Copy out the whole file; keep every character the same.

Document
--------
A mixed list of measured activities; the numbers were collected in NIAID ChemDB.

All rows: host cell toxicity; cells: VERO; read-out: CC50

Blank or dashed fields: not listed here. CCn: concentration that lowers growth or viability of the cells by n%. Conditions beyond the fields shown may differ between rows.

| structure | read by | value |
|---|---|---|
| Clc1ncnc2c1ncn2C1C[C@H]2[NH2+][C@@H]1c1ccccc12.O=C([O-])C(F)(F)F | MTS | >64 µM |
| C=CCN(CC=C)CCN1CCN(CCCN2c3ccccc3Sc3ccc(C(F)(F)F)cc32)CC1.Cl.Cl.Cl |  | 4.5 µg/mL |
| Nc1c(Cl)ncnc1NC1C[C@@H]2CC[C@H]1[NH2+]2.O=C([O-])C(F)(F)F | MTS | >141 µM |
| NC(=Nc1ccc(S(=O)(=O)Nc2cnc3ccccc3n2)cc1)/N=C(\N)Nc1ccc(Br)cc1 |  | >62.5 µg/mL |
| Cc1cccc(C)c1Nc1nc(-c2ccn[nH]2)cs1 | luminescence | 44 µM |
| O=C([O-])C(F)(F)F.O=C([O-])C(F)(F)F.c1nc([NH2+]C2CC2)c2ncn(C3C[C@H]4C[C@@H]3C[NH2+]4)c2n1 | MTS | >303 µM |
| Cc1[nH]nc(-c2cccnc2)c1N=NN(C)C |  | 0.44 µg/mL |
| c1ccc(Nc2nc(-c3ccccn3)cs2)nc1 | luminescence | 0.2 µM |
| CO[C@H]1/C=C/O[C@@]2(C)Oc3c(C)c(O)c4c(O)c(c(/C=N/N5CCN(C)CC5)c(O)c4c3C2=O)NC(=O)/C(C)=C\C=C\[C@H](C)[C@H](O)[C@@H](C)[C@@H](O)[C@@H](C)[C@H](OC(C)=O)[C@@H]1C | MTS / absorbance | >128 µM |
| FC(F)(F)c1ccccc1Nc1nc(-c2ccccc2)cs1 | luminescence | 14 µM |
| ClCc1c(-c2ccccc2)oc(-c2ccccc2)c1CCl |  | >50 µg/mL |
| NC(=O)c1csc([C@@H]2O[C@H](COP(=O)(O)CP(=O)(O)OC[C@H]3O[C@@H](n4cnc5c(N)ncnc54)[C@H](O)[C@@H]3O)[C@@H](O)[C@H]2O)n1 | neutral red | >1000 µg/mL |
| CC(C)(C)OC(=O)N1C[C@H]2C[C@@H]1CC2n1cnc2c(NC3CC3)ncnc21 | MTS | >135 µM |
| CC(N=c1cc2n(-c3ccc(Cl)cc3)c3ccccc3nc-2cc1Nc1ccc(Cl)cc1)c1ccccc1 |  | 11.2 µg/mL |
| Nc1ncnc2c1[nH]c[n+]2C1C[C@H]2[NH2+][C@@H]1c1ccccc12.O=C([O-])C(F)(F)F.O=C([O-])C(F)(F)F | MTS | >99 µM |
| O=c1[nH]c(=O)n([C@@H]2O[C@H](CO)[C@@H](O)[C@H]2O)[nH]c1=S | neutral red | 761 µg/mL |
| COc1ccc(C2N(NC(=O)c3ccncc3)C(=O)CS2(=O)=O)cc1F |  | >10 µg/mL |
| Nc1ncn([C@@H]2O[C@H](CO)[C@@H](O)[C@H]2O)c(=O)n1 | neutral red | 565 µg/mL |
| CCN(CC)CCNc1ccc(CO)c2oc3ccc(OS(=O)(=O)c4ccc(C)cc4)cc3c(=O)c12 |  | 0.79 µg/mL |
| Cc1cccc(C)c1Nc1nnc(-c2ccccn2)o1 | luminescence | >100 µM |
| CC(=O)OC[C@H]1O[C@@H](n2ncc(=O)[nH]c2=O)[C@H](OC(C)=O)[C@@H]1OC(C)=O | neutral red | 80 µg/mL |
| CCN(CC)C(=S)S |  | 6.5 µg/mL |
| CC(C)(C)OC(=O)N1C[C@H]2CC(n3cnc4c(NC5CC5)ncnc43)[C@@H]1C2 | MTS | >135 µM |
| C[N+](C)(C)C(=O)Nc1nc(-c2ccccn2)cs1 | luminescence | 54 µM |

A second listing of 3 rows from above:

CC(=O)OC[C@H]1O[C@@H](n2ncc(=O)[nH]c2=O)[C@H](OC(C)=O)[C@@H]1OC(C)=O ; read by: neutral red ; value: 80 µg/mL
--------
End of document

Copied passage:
A mixed list of measured activities; the numbers were collected in NIAID ChemDB.

All rows: host cell toxicity; cells: VERO; read-out: CC50

Blank or dashed fields: not listed here. CCn: concentration that lowers growth or viability of the cells by n%. Conditions beyond the fields shown may differ between rows.

| structure | read by | value |
|---|---|---|
| Clc1ncnc2c1ncn2C1C[C@H]2[NH2+][C@@H]1c1ccccc12.O=C([O-])C(F)(F)F | MTS | >64 µM |
| C=CCN(CC=C)CCN1CCN(CCCN2c3ccccc3Sc3ccc(C(F)(F)F)cc32)CC1.Cl.Cl.Cl |  | 4.5 µg/mL |
| Nc1c(Cl)ncnc1NC1C[C@@H]2CC[C@H]1[NH2+]2.O=C([O-])C(F)(F)F | MTS | >141 µM |
| NC(=Nc1ccc(S(=O)(=O)Nc2cnc3ccccc3n2)cc1)/N=C(\N)Nc1ccc(Br)cc1 |  | >62.5 µg/mL |
| Cc1cccc(C)c1Nc1nc(-c2ccn[nH]2)cs1 | luminescence | 44 µM |
| O=C([O-])C(F)(F)F.O=C([O-])C(F)(F)F.c1nc([NH2+]C2CC2)c2ncn(C3C[C@H]4C[C@@H]3C[NH2+]4)c2n1 | MTS | >303 µM |
| Cc1[nH]nc(-c2cccnc2)c1N=NN(C)C |  | 0.44 µg/mL |
| c1ccc(Nc2nc(-c3ccccn3)cs2)nc1 | luminescence | 0.2 µM |
| CO[C@H]1/C=C/O[C@@]2(C)Oc3c(C)c(O)c4c(O)c(c(/C=N/N5CCN(C)CC5)c(O)c4c3C2=O)NC(=O)/C(C)=C\C=C\[C@H](C)[C@H](O)[C@@H](C)[C@@H](O)[C@@H](C)[C@H](OC(C)=O)[C@@H]1C | MTS / absorbance | >128 µM |
| FC(F)(F)c1ccccc1Nc1nc(-c2ccccc2)cs1 | luminescence | 14 µM |
| ClCc1c(-c2ccccc2)oc(-c2ccccc2)c1CCl |  | >50 µg/mL |
| NC(=O)c1csc([C@@H]2O[C@H](COP(=O)(O)CP(=O)(O)OC[C@H]3O[C@@H](n4cnc5c(N)ncnc54)[C@H](O)[C@@H]3O)[C@@H](O)[C@H]2O)n1 | neutral red | >1000 µg/mL |
| CC(C)(C)OC(=O)N1C[C@H]2C[C@@H]1CC2n1cnc2c(NC3CC3)ncnc21 | MTS | >135 µM |
| CC(N=c1cc2n(-c3ccc(Cl)cc3)c3ccccc3nc-2cc1Nc1ccc(Cl)cc1)c1ccccc1 |  | 11.2 µg/mL |
| Nc1ncnc2c1[nH]c[n+]2C1C[C@H]2[NH2+][C@@H]1c1ccccc12.O=C([O-])C(F)(F)F.O=C([O-])C(F)(F)F | MTS | >99 µM |
| O=c1[nH]c(=O)n([C@@H]2O[C@H](CO)[C@@H](O)[C@H]2O)[nH]c1=S | neutral red | 761 µg/mL |
| COc1ccc(C2N(NC(=O)c3ccncc3)C(=O)CS2(=O)=O)cc1F |  | >10 µg/mL |
| Nc1ncn([C@@H]2O[C@H](CO)[C@@H](O)[C@H]2O)c(=O)n1 | neutral red | 565 µg/mL |
| CCN(CC)CCNc1ccc(CO)c2oc3ccc(OS(=O)(=O)c4ccc(C)cc4)cc3c(=O)c12 |  | 0.79 µg/mL |
| Cc1cccc(C)c1Nc1nnc(-c2ccccn2)o1 | luminescence | >100 µM |
| CC(=O)OC[C@H]1O[C@@H](n2ncc(=O)[nH]c2=O)[C@H](OC(C)=O)[C@@H]1OC(C)=O | neutral red | 80 µg/mL |
| CCN(CC)C(=S)S |  | 6.5 µg/mL |
| CC(C)(C)OC(=O)N1C[C@H]2CC(n3cnc4c(NC5CC5)ncnc43)[C@@H]1C2 | MTS | >135 µM |
| C[N+](C)(C)C(=O)Nc1nc(-c2ccccn2)cs1 | luminescence | 54 µM |

A second listing of 3 rows from above:

CC(=O)OC[C@H]1O[C@@H](n2ncc(=O)[nH]c2=O)[C@H](OC(C)=O)[C@@H]1OC(C)=O ; read by: neutral red ; value: 80 µg/mL